Voters in eight swing states carried by President Obama in 2008 are evenly divided on whether they will cast their ballot this fall based on what the incumbent has done in his first four years in office or what he would do in a second term, according to a new Washington Post-ABC News poll.

The poll suggests an even-steven battle between the past and the future that carries major electoral consequences this fall.

President Obama speaks about urging the U.S. Congress to act on extending tax cuts for middle class families in the East Room of the White House in Washington on Monday. (Saul Loeb/AFP/GettyImages)

Among electorally critical independents nationwide, 35 percent said Obama’s first term would weigh more heavily on their vote, while 49 percent said it was the prospect of his second term that would be more important.

And how independents came down on that question is hugely determinative of who they plan to vote for. Independents focused on a prospective second term side with Obama over former Massachusetts governor Mitt Romney, but those prioritizing Obama’s first term in their vote preferred Romney by more than 20 percentage points.

As we wrote in The Fix’s Monday newspaper column, Obama has a past and present problem in terms of his economic messaging. Convincing people that things are bad but could have been worse is no easy task, and neither is simultaneously sympathizing with peoples’ ongoing struggles while also trying to project optimism about the gains that have been made.

These poll numbers reinforce the point that, if the dominant question in independent/undecided/swing state voters’ minds when they go to the ballot box is “Am I better off than I was four years ago?” Obama will almost certainly lose.

His path to victory lies in convincing undecided voters that the future can and will be brighter if he is re-elected and, well, won’t if he isn’t. And Obama’s campaign team clearly knows how important pointing the election at the future rather than the past is for his chances. (Hence the “Forward” campaign slogan.)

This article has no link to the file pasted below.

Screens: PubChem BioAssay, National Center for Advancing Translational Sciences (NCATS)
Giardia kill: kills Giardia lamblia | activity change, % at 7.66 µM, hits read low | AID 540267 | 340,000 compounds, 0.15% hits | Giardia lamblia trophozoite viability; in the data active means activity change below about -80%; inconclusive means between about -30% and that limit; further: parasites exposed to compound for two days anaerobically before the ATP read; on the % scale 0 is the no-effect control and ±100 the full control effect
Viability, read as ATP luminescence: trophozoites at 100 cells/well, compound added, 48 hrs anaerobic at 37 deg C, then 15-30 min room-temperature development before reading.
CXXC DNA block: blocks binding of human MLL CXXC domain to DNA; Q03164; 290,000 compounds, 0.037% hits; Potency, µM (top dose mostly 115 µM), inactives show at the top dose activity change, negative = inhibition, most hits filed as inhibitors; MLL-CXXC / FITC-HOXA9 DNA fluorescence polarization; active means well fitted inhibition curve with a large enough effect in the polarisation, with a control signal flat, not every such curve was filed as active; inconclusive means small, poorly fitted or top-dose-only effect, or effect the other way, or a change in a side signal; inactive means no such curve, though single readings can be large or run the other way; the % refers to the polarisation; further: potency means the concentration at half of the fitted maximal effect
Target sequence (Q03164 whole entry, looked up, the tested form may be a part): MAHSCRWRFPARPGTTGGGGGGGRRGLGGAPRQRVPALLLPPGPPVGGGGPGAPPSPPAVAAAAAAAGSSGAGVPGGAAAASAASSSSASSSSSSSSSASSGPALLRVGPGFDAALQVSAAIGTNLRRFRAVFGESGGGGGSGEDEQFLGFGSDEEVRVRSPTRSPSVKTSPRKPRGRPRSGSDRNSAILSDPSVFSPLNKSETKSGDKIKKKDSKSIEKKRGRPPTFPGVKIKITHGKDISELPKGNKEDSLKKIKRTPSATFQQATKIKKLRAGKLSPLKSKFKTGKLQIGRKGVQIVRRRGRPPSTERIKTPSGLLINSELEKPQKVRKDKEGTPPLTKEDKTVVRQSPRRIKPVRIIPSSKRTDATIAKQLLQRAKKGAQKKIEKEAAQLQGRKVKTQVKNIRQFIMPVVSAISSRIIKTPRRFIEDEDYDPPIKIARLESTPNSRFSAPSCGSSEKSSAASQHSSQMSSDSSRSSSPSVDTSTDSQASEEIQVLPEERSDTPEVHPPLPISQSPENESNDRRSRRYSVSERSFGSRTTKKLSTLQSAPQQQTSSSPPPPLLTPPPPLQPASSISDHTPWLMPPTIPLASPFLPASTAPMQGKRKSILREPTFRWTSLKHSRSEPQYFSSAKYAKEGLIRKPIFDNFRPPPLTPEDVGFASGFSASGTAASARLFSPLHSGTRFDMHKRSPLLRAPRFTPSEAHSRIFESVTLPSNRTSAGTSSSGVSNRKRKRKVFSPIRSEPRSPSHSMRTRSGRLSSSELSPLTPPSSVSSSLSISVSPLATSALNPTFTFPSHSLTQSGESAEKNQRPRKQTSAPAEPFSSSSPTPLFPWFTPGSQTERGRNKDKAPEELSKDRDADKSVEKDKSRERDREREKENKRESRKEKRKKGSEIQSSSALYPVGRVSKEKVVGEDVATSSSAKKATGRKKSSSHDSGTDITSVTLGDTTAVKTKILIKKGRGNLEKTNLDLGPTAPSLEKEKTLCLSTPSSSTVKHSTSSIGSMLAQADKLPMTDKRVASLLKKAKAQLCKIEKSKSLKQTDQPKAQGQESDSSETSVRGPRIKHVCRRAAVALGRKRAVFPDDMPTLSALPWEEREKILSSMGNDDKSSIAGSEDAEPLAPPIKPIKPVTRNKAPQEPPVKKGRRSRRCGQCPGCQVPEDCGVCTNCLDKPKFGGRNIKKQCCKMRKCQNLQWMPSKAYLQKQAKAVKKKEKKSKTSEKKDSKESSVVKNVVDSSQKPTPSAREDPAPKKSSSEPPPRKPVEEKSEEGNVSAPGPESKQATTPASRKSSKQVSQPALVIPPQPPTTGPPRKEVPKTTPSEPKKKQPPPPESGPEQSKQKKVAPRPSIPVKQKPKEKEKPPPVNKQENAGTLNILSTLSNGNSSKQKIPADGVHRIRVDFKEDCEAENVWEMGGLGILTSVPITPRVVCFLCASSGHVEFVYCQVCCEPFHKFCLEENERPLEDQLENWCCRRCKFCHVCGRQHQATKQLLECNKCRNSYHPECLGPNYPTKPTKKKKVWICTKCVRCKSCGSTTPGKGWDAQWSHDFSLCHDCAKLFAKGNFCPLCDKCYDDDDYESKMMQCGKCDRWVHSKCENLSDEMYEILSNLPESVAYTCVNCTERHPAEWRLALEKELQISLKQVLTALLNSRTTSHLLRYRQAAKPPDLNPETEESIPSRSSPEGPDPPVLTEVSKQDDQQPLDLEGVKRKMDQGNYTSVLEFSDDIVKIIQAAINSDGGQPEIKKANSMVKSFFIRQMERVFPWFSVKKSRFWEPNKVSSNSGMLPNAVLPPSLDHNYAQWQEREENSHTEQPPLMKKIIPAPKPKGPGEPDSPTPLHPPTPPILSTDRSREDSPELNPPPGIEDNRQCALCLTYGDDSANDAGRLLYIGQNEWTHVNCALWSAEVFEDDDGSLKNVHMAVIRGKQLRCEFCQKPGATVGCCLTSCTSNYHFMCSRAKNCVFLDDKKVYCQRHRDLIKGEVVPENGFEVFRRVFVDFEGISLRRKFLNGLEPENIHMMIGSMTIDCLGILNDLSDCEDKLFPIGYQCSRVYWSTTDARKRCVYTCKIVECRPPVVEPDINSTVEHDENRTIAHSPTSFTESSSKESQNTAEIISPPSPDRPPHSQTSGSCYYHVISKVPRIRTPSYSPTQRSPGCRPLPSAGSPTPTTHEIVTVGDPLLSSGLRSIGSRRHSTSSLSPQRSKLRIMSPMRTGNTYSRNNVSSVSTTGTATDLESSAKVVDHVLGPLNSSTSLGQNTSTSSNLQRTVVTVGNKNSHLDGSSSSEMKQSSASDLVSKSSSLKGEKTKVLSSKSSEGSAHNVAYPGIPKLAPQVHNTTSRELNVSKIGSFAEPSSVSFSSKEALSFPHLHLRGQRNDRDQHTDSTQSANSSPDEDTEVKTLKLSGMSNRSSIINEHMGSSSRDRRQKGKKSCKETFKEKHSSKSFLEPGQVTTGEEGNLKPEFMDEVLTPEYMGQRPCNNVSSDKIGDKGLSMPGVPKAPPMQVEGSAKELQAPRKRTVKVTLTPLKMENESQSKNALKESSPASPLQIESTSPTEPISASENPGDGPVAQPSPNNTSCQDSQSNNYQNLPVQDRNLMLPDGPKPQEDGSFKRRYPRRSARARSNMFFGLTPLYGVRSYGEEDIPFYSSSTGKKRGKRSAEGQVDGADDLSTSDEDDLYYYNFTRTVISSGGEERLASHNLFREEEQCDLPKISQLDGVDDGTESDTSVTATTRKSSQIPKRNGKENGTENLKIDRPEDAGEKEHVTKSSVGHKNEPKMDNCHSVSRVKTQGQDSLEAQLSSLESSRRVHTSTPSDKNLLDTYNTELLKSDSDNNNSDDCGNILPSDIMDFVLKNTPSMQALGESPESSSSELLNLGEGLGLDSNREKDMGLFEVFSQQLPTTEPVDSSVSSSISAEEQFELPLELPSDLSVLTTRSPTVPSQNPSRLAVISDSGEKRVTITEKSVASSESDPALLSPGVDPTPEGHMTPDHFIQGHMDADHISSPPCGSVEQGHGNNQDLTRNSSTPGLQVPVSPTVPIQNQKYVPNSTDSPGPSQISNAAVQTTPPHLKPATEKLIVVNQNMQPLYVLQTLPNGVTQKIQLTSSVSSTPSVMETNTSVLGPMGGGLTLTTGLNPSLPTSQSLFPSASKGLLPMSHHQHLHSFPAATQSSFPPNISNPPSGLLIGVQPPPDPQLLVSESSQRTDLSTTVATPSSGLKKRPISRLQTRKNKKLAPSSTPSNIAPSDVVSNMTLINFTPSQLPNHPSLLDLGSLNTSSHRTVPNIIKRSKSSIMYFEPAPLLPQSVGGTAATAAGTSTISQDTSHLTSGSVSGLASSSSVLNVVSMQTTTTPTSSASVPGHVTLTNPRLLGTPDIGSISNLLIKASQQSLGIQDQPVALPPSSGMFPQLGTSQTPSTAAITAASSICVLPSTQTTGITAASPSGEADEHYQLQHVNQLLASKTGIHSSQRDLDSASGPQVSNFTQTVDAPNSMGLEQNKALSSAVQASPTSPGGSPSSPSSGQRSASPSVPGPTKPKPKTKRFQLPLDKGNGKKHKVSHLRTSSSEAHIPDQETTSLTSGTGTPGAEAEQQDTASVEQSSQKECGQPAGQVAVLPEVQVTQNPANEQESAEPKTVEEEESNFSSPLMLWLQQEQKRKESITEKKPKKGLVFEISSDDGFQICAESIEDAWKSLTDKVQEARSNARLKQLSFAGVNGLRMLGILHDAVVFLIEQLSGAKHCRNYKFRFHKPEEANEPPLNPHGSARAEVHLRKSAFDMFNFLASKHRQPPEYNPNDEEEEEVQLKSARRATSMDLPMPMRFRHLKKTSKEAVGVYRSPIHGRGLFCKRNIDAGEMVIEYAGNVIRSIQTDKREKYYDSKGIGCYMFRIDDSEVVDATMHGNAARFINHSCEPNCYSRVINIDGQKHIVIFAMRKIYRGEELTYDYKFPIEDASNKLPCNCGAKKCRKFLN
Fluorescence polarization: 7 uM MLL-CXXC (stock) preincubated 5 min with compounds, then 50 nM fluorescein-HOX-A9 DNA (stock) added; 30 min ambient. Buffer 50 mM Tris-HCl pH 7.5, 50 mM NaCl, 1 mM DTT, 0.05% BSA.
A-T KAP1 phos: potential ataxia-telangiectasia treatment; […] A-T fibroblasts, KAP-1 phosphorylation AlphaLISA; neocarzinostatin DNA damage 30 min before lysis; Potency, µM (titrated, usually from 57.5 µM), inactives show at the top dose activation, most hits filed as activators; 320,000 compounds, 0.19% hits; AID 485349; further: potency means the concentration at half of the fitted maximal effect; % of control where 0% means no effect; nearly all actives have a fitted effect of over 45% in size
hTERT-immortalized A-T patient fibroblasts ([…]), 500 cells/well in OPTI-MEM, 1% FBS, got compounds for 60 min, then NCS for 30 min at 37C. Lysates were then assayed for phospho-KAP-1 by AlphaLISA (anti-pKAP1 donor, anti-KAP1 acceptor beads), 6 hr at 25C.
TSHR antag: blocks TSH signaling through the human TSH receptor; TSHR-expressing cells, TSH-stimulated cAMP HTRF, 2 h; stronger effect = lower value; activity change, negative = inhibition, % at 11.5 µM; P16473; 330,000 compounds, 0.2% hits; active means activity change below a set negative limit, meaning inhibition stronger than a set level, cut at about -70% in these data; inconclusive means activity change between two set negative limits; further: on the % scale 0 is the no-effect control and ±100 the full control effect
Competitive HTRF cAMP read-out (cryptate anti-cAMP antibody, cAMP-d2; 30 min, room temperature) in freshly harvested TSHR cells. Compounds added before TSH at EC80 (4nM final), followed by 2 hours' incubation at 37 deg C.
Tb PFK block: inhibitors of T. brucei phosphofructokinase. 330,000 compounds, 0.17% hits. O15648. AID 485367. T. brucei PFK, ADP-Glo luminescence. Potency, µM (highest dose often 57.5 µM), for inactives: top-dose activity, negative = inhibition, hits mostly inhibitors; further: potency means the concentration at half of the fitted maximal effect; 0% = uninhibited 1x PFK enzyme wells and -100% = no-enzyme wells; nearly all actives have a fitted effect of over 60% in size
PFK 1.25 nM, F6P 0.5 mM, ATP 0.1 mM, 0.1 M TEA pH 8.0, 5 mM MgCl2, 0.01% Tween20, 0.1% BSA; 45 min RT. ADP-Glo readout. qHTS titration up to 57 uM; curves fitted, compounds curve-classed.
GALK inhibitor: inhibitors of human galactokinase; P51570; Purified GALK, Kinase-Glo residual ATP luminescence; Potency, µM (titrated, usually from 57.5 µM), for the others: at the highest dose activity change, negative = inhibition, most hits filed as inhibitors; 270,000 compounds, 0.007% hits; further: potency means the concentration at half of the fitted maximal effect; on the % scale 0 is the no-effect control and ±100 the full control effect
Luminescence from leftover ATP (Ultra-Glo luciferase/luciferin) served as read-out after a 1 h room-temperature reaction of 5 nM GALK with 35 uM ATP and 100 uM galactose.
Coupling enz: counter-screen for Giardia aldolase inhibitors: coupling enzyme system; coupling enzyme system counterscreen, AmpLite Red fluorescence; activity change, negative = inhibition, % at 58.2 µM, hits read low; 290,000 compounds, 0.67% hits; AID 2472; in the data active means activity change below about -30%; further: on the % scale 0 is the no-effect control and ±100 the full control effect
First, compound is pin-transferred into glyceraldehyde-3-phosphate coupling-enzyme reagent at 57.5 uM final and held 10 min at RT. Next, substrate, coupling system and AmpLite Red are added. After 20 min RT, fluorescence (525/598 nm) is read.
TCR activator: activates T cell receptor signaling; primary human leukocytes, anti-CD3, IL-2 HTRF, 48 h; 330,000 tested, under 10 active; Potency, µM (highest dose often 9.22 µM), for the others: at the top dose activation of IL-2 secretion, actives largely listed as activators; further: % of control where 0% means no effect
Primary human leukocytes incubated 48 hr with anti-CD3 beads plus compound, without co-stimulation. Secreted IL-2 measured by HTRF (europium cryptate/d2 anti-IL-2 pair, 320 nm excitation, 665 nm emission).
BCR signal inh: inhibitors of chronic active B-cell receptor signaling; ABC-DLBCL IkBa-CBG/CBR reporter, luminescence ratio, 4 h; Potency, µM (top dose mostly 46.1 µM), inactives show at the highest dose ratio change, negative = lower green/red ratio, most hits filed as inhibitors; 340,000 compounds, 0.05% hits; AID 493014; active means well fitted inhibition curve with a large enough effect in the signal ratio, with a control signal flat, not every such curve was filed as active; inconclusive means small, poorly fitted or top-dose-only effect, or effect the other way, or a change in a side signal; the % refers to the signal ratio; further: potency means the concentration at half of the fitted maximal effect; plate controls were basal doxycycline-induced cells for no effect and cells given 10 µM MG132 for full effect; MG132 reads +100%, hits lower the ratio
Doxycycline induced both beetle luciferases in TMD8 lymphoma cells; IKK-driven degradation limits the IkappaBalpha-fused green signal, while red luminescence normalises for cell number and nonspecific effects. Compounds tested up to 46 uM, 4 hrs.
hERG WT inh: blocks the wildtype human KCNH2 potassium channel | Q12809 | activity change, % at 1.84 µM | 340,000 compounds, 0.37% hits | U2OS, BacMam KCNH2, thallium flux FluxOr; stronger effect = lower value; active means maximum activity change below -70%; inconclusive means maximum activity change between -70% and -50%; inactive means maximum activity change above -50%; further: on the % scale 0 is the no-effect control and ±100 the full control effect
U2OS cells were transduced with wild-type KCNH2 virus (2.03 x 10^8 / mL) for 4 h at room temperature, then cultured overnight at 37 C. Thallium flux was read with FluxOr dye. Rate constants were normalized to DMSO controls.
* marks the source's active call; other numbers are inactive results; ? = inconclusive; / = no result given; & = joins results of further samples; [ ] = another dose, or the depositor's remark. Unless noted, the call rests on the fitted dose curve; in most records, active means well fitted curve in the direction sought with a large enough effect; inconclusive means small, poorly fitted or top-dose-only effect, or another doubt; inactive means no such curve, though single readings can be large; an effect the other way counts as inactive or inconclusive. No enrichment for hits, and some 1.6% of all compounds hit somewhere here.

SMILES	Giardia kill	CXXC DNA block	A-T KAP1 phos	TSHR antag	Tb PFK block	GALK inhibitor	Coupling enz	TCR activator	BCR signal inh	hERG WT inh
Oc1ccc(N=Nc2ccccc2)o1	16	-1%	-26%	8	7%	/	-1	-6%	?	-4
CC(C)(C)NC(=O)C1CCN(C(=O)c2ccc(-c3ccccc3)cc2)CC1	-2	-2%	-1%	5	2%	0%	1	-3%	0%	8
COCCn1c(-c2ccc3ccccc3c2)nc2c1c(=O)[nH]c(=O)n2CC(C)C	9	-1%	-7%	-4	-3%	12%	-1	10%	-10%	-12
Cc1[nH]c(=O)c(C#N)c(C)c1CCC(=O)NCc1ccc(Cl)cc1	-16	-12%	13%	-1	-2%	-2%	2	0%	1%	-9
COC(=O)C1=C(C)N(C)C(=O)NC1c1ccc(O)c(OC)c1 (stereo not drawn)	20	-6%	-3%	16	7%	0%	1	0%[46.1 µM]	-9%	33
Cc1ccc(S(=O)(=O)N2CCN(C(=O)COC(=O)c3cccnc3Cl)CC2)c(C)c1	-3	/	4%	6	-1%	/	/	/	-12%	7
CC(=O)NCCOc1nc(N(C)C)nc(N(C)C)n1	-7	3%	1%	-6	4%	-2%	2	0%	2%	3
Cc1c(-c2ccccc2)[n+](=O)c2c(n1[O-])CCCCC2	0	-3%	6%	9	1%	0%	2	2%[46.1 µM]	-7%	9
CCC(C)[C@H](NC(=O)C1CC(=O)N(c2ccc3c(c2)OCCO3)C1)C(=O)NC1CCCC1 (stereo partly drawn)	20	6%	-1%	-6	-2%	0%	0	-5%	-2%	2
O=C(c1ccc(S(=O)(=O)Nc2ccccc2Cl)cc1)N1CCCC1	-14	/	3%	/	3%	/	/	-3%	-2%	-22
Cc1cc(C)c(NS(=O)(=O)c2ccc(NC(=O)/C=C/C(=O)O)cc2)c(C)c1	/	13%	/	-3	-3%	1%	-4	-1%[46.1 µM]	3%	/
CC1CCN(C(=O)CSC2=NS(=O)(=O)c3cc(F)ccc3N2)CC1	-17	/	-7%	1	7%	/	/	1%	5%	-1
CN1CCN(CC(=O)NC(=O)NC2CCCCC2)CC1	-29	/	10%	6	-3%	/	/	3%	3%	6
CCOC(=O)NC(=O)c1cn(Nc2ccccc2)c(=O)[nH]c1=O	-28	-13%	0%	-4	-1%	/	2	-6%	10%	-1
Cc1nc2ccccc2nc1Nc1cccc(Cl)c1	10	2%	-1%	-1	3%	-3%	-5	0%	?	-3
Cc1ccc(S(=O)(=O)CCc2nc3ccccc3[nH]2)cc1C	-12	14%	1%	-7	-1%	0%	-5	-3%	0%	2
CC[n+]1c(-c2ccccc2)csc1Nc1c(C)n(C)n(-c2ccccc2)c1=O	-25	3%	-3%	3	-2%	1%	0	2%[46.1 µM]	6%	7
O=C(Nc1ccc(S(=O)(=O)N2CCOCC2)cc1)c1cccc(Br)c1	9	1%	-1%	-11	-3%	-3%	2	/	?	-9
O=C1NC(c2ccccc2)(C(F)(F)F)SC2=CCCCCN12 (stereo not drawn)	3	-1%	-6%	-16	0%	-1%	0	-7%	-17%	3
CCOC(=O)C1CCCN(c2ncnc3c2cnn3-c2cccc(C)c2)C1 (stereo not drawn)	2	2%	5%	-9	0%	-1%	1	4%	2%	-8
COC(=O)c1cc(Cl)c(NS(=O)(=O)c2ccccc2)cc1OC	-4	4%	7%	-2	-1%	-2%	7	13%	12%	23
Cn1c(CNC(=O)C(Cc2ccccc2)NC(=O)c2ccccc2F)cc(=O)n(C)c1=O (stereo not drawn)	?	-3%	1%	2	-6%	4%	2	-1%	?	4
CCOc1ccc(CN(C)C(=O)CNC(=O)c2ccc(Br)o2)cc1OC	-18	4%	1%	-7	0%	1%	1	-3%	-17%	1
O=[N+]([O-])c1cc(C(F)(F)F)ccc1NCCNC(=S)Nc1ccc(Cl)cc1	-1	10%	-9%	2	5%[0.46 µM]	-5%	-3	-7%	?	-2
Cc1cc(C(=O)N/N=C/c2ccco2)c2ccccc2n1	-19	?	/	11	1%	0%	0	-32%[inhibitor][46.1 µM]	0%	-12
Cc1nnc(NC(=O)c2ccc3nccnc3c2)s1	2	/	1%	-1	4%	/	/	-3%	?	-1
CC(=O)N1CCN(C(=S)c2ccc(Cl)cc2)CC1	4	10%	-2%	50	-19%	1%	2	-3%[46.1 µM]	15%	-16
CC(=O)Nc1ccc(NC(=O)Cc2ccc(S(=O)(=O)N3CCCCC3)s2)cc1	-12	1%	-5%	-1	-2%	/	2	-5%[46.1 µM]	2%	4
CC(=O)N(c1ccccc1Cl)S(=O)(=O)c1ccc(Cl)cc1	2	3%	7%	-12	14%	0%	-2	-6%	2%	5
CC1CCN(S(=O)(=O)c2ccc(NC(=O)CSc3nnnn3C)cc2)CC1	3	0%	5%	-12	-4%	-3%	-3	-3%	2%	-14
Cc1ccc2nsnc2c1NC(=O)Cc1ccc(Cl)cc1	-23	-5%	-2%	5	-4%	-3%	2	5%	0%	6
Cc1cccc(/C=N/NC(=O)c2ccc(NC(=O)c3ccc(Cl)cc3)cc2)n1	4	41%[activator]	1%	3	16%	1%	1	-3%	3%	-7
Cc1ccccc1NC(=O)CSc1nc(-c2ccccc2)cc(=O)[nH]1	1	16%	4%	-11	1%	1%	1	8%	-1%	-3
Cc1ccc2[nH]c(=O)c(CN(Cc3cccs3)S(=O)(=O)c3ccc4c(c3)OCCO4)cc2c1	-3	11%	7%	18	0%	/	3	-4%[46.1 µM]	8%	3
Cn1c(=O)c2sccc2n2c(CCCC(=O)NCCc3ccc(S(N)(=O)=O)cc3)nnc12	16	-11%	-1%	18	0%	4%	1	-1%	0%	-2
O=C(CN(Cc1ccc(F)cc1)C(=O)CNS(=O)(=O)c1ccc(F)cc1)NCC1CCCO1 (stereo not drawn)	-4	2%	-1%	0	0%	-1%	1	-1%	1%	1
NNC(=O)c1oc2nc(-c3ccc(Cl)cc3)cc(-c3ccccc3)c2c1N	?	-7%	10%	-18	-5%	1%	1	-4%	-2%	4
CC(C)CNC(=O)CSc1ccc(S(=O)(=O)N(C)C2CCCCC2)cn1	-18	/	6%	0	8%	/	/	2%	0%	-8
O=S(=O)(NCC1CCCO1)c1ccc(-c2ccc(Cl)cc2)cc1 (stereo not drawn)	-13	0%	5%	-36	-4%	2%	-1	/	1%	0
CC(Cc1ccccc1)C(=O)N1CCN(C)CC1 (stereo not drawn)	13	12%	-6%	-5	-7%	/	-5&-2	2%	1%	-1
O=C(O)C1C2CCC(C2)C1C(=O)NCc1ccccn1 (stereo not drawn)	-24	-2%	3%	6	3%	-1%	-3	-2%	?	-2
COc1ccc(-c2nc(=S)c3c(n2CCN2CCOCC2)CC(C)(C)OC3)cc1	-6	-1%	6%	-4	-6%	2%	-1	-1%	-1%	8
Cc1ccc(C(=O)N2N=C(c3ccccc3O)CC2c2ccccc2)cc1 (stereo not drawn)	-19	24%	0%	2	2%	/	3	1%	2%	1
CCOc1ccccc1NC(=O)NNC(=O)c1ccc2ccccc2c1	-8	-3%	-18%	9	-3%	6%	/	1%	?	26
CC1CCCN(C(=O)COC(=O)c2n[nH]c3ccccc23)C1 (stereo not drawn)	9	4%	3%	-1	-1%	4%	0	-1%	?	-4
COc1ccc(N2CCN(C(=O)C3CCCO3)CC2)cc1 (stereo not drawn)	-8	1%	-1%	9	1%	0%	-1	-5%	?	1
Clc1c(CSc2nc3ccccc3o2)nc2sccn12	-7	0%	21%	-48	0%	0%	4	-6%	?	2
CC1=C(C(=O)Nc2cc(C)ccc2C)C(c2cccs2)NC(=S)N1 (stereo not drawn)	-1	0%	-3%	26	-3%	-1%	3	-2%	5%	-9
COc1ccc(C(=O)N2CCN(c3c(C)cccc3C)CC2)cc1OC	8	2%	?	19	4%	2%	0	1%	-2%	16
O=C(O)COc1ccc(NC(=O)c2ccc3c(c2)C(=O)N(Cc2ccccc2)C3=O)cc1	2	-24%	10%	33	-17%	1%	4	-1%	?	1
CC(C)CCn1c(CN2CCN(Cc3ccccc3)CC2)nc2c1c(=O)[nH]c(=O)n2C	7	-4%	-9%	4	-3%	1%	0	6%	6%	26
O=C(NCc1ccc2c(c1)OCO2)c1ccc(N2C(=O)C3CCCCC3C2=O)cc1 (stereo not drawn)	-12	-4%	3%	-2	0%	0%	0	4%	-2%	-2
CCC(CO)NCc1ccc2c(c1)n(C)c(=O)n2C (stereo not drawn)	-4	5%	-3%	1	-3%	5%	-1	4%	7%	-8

“The question for all of you at this moment is how will we determine our direction — not just for the next year, not just for the next five years, but for the next decade, the next two decades,” Obama said at a campaign event in Pittsburgh last week. “Because this election is not just about two candidates or two parties; it’s about two fundamentally different visions of where we take America.”

What Obama needs is for voters to look forward. Romney needs them to look backward. And swing state voters have one eye looking to the past and one on the future.

Crossroads GPS launches new Senate ads: The nonprofit affiliated with the American Crossroads super PAC is going up with another $2.5 million worth of ads in three key Senate races.

Crossroads GPS, which has been by far the biggest advertising presence early in the 2012 battle for control of the upper chamber, hits the Democratic candidates in those states for toeing the party line on issues including the stimulus, Obamacare and cap and trade.

Here are the ads running in Montana, Ohio and Virginia.


Senate candidate Rep. Shelley Berkley (D-Nev.) will face a formal ethics investigation into allegations she improperly pushed legislation that helped her husband’s business.

Sheldon Adelson leads a group of wealthy donors spearheading a super PAC to elect Rep. Connie Mack (R-Fla.) to the Senate. Adelson gave $1 million to the effort in June.

Businessman Wil Cardon keeps attacking Rep. Jeff Flake on immigration in the Arizona GOP Senate primary, even after a report that Cardon’s business got busted for hiring illegal immigrants.

Sen. Debbie Stabenow (D-Mich.) raised $1.4 million in the second quarter.

Nebraska Democrats launch an ad hitting GOP Senate candidate Deb Fischer for being a “welfare rancher.”

Washington governor candidate and former congressman Jay Inslee (D) is up with his first ad, a 60-second bio spot.

Former secretary of state Condoleezza Rice has endorsed Rep. Ben Quayle (R-Ariz.) over Rep. David Schweikert (R-Ariz.) in their primary.

The American Action Network, which often acts as a counter-balance to the Club for Growth in GOP primaries, is doing it again in a North Carolina runoff.

The party-selected GOP nominee for retiring Rep. Tim Johnson’s (R-Ill.) seat, Rodney Davis, raised a very strong $440,000 in his first six weeks as a candidate.

Rep. John Kline’s (R-Minn.) challenger raises good money, pulling in $250,000 in two months. Kline got a swing district thanks to redistricting.

Rep. Allen West’s (R-Fla.) Democratic opponent, Patrick Murphy, raised $508,000 in the second quarter. He will be outraised, but that’s not bad.

A majority of Americans approved of the contempt vote against Attorney General Eric Holder, according to a new CNN/Opinion Research poll.


Obama’s record on outsourcing draws criticism from the left” — Tom Hamburger, Carol D. Leonnig and Zachary A. Goldfarb, Washington Post

Cracks Appear in Republican Unity on Health Law Repeal” — Jonathan Weisman, New York Times